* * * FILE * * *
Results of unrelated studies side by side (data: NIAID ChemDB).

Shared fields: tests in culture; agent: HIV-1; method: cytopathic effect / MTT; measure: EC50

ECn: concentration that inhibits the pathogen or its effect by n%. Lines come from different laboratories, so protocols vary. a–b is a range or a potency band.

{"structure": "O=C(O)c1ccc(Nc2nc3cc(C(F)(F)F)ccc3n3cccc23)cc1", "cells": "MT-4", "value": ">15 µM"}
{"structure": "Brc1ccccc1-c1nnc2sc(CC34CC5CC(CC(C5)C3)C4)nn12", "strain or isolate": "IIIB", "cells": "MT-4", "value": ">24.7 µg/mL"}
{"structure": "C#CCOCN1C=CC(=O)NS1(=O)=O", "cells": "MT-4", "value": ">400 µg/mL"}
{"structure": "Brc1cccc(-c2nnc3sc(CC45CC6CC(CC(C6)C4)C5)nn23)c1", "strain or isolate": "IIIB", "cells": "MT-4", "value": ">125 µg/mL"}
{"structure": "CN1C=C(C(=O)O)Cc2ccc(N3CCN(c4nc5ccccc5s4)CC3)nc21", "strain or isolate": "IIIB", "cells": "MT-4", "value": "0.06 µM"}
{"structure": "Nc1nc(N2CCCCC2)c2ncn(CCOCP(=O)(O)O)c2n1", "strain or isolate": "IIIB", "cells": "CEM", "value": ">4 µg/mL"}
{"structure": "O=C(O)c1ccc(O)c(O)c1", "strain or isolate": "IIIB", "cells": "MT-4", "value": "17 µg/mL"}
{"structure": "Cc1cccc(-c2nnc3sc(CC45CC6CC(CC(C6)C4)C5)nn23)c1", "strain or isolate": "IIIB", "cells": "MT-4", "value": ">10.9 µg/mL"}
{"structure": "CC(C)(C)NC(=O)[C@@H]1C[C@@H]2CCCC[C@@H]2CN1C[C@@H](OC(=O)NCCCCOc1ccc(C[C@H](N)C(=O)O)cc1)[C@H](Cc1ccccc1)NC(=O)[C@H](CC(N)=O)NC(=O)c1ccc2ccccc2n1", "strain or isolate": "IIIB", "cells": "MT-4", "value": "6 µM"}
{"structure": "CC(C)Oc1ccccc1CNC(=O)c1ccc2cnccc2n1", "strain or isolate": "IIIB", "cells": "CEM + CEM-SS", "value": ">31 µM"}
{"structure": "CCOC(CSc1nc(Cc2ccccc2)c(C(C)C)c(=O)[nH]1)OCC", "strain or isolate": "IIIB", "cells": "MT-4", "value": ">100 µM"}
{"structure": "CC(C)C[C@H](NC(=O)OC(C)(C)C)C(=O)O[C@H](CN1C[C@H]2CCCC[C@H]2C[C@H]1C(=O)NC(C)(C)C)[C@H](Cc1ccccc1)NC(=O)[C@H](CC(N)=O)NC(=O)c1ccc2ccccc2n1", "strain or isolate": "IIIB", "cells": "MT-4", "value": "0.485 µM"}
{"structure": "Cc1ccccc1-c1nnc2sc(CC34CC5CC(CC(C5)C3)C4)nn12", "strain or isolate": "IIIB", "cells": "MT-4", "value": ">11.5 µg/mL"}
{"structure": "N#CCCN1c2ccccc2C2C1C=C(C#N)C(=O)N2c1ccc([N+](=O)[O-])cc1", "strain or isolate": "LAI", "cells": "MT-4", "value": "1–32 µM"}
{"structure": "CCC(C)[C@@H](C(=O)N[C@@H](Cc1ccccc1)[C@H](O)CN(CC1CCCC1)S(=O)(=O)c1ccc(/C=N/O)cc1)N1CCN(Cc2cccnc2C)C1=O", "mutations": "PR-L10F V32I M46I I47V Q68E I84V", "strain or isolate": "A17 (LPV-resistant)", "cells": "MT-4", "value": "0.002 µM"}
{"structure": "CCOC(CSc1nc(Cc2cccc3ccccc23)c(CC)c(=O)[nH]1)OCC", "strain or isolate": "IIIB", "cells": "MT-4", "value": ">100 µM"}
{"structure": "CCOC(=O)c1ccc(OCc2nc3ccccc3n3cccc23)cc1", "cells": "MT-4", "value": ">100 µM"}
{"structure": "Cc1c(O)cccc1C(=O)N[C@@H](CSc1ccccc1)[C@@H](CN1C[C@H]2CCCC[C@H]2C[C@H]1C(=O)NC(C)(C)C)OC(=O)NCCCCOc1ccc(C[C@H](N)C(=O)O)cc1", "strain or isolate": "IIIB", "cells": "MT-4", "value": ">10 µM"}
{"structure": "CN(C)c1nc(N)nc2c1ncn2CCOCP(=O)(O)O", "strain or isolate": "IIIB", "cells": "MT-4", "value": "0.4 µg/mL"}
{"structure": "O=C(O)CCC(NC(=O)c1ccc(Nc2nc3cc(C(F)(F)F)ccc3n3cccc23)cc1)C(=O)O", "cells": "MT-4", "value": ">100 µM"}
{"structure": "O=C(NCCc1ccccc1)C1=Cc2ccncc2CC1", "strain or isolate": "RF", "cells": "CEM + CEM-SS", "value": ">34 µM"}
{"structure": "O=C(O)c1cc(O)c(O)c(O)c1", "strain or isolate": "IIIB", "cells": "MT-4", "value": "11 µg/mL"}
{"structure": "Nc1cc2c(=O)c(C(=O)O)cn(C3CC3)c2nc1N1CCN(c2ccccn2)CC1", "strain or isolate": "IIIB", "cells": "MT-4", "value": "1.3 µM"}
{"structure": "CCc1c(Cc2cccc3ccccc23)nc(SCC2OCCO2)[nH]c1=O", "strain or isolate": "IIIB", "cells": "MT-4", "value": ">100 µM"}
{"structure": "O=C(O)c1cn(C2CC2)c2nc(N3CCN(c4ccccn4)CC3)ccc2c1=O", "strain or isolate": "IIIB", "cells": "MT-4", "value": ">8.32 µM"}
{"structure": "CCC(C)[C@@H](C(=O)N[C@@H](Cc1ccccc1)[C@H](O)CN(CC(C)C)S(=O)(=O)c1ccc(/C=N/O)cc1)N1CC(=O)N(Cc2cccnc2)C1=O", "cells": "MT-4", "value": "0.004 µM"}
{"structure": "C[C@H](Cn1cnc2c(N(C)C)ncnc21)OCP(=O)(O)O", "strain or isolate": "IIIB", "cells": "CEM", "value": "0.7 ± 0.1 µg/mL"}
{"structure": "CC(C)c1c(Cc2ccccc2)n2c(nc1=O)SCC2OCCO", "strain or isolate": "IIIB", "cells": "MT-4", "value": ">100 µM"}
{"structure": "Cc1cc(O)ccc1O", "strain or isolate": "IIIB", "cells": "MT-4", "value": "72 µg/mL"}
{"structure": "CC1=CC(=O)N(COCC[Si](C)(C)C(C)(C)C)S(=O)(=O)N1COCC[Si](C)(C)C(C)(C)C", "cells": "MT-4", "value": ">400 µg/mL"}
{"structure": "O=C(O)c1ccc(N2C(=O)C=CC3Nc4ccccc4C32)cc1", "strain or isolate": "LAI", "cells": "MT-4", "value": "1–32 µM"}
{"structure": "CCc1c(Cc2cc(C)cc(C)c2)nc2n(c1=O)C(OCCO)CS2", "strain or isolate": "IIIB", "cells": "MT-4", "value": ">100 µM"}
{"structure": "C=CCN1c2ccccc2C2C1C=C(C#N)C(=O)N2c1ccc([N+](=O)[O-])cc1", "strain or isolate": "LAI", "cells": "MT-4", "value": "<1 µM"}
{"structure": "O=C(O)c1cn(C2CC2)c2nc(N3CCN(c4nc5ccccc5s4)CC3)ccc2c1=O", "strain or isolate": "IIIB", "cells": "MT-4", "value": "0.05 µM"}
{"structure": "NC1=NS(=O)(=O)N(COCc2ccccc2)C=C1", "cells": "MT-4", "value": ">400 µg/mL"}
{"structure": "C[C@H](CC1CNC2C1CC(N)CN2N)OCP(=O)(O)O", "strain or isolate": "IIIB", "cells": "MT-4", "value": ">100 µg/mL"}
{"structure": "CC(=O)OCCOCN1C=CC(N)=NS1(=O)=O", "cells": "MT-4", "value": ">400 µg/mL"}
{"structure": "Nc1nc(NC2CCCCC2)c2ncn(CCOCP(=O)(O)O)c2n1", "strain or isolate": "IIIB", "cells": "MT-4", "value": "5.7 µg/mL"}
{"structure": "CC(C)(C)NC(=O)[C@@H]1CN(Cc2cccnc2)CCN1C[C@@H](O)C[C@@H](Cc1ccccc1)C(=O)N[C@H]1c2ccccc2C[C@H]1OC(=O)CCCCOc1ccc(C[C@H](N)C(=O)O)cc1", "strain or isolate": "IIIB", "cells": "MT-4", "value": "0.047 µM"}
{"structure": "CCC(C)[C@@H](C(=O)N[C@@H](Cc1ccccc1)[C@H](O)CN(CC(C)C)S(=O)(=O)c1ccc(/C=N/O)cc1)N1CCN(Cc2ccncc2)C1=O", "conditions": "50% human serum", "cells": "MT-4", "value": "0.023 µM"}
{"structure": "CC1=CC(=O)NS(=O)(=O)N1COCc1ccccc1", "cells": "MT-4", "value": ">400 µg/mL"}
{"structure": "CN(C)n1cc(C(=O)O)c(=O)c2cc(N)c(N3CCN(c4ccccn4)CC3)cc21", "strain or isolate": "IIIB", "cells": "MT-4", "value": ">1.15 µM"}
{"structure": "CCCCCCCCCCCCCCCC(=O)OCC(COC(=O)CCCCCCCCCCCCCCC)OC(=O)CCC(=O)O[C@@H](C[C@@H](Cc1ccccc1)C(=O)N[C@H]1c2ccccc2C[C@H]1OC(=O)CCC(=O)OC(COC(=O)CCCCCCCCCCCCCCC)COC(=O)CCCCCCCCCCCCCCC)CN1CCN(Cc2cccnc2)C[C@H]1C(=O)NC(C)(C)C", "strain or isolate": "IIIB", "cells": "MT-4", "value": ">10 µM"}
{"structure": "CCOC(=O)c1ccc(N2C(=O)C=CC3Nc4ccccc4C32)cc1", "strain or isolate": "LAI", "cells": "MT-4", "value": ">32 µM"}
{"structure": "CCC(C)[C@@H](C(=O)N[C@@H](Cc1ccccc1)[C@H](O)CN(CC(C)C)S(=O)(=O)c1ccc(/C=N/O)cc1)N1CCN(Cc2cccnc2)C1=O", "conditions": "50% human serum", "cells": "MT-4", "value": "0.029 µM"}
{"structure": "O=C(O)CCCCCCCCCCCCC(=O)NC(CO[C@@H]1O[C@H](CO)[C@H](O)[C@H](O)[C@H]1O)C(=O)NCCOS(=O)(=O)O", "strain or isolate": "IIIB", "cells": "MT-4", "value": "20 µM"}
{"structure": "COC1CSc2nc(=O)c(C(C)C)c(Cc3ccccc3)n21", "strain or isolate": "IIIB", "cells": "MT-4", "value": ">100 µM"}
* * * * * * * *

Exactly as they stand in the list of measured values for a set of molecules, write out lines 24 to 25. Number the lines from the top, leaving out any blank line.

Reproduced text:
{"structure": "O=C(NCCc1ccccc1)C1=Cc2ccncc2CC1", "strain or isolate": "RF", "cells": "CEM + CEM-SS", "value": ">34 µM"}
{"structure": "O=C(O)c1cc(O)c(O)c(O)c1", "strain or isolate": "IIIB", "cells": "MT-4", "value": "11 µg/mL"}